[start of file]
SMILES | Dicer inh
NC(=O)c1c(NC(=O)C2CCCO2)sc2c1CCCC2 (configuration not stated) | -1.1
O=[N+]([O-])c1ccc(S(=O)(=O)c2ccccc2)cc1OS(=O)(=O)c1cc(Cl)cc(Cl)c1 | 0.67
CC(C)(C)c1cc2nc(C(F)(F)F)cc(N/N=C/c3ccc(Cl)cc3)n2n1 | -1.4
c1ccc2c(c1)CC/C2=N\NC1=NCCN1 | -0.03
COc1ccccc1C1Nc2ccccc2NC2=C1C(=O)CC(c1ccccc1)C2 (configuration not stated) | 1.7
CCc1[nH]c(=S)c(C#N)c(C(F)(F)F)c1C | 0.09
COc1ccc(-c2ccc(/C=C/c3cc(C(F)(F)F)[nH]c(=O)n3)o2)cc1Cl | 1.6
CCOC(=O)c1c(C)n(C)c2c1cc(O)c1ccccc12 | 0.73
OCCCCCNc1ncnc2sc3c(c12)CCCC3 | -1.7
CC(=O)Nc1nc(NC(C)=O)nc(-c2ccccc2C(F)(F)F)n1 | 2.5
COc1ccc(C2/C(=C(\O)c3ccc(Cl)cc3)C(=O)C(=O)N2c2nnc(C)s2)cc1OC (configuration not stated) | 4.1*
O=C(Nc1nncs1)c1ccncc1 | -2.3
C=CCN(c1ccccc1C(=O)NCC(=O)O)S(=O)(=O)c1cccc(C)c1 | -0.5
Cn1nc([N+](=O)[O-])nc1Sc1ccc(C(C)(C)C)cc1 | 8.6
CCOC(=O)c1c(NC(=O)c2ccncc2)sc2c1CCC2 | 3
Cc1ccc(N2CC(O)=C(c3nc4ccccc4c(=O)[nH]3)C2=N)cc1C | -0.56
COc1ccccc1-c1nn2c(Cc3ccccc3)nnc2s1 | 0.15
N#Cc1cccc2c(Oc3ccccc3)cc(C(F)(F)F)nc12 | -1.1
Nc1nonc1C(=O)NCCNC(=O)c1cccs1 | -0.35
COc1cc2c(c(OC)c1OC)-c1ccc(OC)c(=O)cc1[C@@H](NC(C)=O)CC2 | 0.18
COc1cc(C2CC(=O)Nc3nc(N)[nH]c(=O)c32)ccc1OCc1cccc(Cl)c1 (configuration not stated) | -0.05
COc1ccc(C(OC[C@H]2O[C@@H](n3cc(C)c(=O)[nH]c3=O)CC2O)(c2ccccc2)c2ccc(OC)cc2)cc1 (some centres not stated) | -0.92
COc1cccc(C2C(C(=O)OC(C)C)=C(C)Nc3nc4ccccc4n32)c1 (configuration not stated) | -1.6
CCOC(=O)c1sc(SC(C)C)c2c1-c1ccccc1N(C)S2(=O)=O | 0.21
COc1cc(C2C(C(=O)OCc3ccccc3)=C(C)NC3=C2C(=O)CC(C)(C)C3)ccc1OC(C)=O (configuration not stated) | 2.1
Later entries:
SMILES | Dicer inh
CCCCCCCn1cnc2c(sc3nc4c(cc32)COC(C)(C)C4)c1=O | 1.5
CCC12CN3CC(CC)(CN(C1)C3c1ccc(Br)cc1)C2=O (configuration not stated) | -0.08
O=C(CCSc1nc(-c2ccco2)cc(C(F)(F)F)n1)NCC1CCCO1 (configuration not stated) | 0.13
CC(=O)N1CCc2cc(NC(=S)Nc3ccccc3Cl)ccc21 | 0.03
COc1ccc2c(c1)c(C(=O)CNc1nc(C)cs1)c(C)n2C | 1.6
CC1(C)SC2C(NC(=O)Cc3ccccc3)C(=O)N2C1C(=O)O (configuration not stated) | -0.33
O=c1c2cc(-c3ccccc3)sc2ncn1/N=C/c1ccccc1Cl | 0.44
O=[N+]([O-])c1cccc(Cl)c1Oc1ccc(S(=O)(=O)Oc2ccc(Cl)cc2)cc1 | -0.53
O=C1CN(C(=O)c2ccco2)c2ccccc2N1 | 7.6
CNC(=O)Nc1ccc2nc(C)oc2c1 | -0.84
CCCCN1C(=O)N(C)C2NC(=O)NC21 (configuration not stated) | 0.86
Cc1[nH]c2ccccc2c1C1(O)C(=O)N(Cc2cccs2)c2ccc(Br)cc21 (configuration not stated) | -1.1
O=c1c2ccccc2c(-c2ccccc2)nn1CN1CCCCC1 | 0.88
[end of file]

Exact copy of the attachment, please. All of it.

SMILES | Dicer inh
NC(=O)c1c(NC(=O)C2CCCO2)sc2c1CCCC2 (configuration not stated) | -1.1
O=[N+]([O-])c1ccc(S(=O)(=O)c2ccccc2)cc1OS(=O)(=O)c1cc(Cl)cc(Cl)c1 | 0.67
CC(C)(C)c1cc2nc(C(F)(F)F)cc(N/N=C/c3ccc(Cl)cc3)n2n1 | -1.4
c1ccc2c(c1)CC/C2=N\NC1=NCCN1 | -0.03
COc1ccccc1C1Nc2ccccc2NC2=C1C(=O)CC(c1ccccc1)C2 (configuration not stated) | 1.7
CCc1[nH]c(=S)c(C#N)c(C(F)(F)F)c1C | 0.09
COc1ccc(-c2ccc(/C=C/c3cc(C(F)(F)F)[nH]c(=O)n3)o2)cc1Cl | 1.6
CCOC(=O)c1c(C)n(C)c2c1cc(O)c1ccccc12 | 0.73
OCCCCCNc1ncnc2sc3c(c12)CCCC3 | -1.7
CC(=O)Nc1nc(NC(C)=O)nc(-c2ccccc2C(F)(F)F)n1 | 2.5
COc1ccc(C2/C(=C(\O)c3ccc(Cl)cc3)C(=O)C(=O)N2c2nnc(C)s2)cc1OC (configuration not stated) | 4.1*
O=C(Nc1nncs1)c1ccncc1 | -2.3
C=CCN(c1ccccc1C(=O)NCC(=O)O)S(=O)(=O)c1cccc(C)c1 | -0.5
Cn1nc([N+](=O)[O-])nc1Sc1ccc(C(C)(C)C)cc1 | 8.6
CCOC(=O)c1c(NC(=O)c2ccncc2)sc2c1CCC2 | 3
Cc1ccc(N2CC(O)=C(c3nc4ccccc4c(=O)[nH]3)C2=N)cc1C | -0.56
COc1ccccc1-c1nn2c(Cc3ccccc3)nnc2s1 | 0.15
N#Cc1cccc2c(Oc3ccccc3)cc(C(F)(F)F)nc12 | -1.1
Nc1nonc1C(=O)NCCNC(=O)c1cccs1 | -0.35
COc1cc2c(c(OC)c1OC)-c1ccc(OC)c(=O)cc1[C@@H](NC(C)=O)CC2 | 0.18
COc1cc(C2CC(=O)Nc3nc(N)[nH]c(=O)c32)ccc1OCc1cccc(Cl)c1 (configuration not stated) | -0.05
COc1ccc(C(OC[C@H]2O[C@@H](n3cc(C)c(=O)[nH]c3=O)CC2O)(c2ccccc2)c2ccc(OC)cc2)cc1 (some centres not stated) | -0.92
COc1cccc(C2C(C(=O)OC(C)C)=C(C)Nc3nc4ccccc4n32)c1 (configuration not stated) | -1.6
CCOC(=O)c1sc(SC(C)C)c2c1-c1ccccc1N(C)S2(=O)=O | 0.21
COc1cc(C2C(C(=O)OCc3ccccc3)=C(C)NC3=C2C(=O)CC(C)(C)C3)ccc1OC(C)=O (configuration not stated) | 2.1
Later entries:
SMILES | Dicer inh
CCCCCCCn1cnc2c(sc3nc4c(cc32)COC(C)(C)C4)c1=O | 1.5
CCC12CN3CC(CC)(CN(C1)C3c1ccc(Br)cc1)C2=O (configuration not stated) | -0.08
O=C(CCSc1nc(-c2ccco2)cc(C(F)(F)F)n1)NCC1CCCO1 (configuration not stated) | 0.13
CC(=O)N1CCc2cc(NC(=S)Nc3ccccc3Cl)ccc21 | 0.03
COc1ccc2c(c1)c(C(=O)CNc1nc(C)cs1)c(C)n2C | 1.6
CC1(C)SC2C(NC(=O)Cc3ccccc3)C(=O)N2C1C(=O)O (configuration not stated) | -0.33
O=c1c2cc(-c3ccccc3)sc2ncn1/N=C/c1ccccc1Cl | 0.44
O=[N+]([O-])c1cccc(Cl)c1Oc1ccc(S(=O)(=O)Oc2ccc(Cl)cc2)cc1 | -0.53
O=C1CN(C(=O)c2ccco2)c2ccccc2N1 | 7.6
CNC(=O)Nc1ccc2nc(C)oc2c1 | -0.84
CCCCN1C(=O)N(C)C2NC(=O)NC21 (configuration not stated) | 0.86
Cc1[nH]c2ccccc2c1C1(O)C(=O)N(Cc2cccs2)c2ccc(Br)cc21 (configuration not stated) | -1.1
O=c1c2ccccc2c(-c2ccccc2)nn1CN1CCCCC1 | 0.88